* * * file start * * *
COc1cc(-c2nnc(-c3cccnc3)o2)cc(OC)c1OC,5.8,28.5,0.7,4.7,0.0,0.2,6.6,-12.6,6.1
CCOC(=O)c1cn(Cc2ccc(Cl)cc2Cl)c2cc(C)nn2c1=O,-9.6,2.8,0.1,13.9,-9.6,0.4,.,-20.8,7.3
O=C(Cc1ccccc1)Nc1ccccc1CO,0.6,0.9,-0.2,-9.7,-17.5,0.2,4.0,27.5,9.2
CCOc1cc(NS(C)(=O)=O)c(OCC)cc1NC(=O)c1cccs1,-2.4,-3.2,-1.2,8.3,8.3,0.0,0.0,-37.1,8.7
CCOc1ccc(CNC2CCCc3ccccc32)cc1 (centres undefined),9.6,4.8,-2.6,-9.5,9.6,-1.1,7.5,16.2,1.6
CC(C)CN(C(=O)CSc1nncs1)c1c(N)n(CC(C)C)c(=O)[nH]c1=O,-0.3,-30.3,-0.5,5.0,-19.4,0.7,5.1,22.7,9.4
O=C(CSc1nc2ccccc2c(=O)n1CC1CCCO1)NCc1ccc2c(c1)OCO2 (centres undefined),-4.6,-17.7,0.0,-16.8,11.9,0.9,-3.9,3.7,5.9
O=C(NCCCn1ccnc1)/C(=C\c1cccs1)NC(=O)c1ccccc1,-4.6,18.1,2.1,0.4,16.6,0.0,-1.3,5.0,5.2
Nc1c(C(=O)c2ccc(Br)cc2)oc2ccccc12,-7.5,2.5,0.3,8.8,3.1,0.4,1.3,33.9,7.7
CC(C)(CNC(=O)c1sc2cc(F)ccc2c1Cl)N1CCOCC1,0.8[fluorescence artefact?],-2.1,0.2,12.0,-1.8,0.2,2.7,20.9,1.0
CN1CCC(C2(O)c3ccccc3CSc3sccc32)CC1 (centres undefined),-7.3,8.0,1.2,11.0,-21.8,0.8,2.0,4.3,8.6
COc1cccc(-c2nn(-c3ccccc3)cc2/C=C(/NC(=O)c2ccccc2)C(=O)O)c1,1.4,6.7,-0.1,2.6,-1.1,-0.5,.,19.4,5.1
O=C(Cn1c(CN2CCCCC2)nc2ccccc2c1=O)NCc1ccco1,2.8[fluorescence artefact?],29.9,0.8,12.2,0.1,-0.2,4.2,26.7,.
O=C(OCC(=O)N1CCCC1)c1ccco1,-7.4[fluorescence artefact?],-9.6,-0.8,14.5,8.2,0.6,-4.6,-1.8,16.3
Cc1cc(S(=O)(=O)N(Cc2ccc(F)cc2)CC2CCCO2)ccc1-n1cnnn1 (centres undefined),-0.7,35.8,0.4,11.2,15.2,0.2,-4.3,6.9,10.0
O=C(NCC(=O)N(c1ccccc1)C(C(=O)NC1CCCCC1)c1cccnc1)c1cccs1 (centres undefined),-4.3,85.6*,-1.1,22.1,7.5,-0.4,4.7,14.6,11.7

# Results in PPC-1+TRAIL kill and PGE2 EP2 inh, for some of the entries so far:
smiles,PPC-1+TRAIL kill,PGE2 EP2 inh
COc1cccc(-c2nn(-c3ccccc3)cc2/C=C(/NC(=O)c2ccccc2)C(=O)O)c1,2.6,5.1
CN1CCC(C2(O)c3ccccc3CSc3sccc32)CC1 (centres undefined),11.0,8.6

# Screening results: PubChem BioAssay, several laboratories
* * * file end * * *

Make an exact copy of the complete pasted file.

COc1cc(-c2nnc(-c3cccnc3)o2)cc(OC)c1OC,5.8,28.5,0.7,4.7,0.0,0.2,6.6,-12.6,6.1
CCOC(=O)c1cn(Cc2ccc(Cl)cc2Cl)c2cc(C)nn2c1=O,-9.6,2.8,0.1,13.9,-9.6,0.4,.,-20.8,7.3
O=C(Cc1ccccc1)Nc1ccccc1CO,0.6,0.9,-0.2,-9.7,-17.5,0.2,4.0,27.5,9.2
CCOc1cc(NS(C)(=O)=O)c(OCC)cc1NC(=O)c1cccs1,-2.4,-3.2,-1.2,8.3,8.3,0.0,0.0,-37.1,8.7
CCOc1ccc(CNC2CCCc3ccccc32)cc1 (centres undefined),9.6,4.8,-2.6,-9.5,9.6,-1.1,7.5,16.2,1.6
CC(C)CN(C(=O)CSc1nncs1)c1c(N)n(CC(C)C)c(=O)[nH]c1=O,-0.3,-30.3,-0.5,5.0,-19.4,0.7,5.1,22.7,9.4
O=C(CSc1nc2ccccc2c(=O)n1CC1CCCO1)NCc1ccc2c(c1)OCO2 (centres undefined),-4.6,-17.7,0.0,-16.8,11.9,0.9,-3.9,3.7,5.9
O=C(NCCCn1ccnc1)/C(=C\c1cccs1)NC(=O)c1ccccc1,-4.6,18.1,2.1,0.4,16.6,0.0,-1.3,5.0,5.2
Nc1c(C(=O)c2ccc(Br)cc2)oc2ccccc12,-7.5,2.5,0.3,8.8,3.1,0.4,1.3,33.9,7.7
CC(C)(CNC(=O)c1sc2cc(F)ccc2c1Cl)N1CCOCC1,0.8[fluorescence artefact?],-2.1,0.2,12.0,-1.8,0.2,2.7,20.9,1.0
CN1CCC(C2(O)c3ccccc3CSc3sccc32)CC1 (centres undefined),-7.3,8.0,1.2,11.0,-21.8,0.8,2.0,4.3,8.6
COc1cccc(-c2nn(-c3ccccc3)cc2/C=C(/NC(=O)c2ccccc2)C(=O)O)c1,1.4,6.7,-0.1,2.6,-1.1,-0.5,.,19.4,5.1
O=C(Cn1c(CN2CCCCC2)nc2ccccc2c1=O)NCc1ccco1,2.8[fluorescence artefact?],29.9,0.8,12.2,0.1,-0.2,4.2,26.7,.
O=C(OCC(=O)N1CCCC1)c1ccco1,-7.4[fluorescence artefact?],-9.6,-0.8,14.5,8.2,0.6,-4.6,-1.8,16.3
Cc1cc(S(=O)(=O)N(Cc2ccc(F)cc2)CC2CCCO2)ccc1-n1cnnn1 (centres undefined),-0.7,35.8,0.4,11.2,15.2,0.2,-4.3,6.9,10.0
O=C(NCC(=O)N(c1ccccc1)C(C(=O)NC1CCCCC1)c1cccnc1)c1cccs1 (centres undefined),-4.3,85.6*,-1.1,22.1,7.5,-0.4,4.7,14.6,11.7

# Results in PPC-1+TRAIL kill and PGE2 EP2 inh, for some of the entries so far:
smiles,PPC-1+TRAIL kill,PGE2 EP2 inh
COc1cccc(-c2nn(-c3ccccc3)cc2/C=C(/NC(=O)c2ccccc2)C(=O)O)c1,2.6,5.1
CN1CCC(C2(O)c3ccccc3CSc3sccc32)CC1 (centres undefined),11.0,8.6

# Screening results: PubChem BioAssay, several laboratories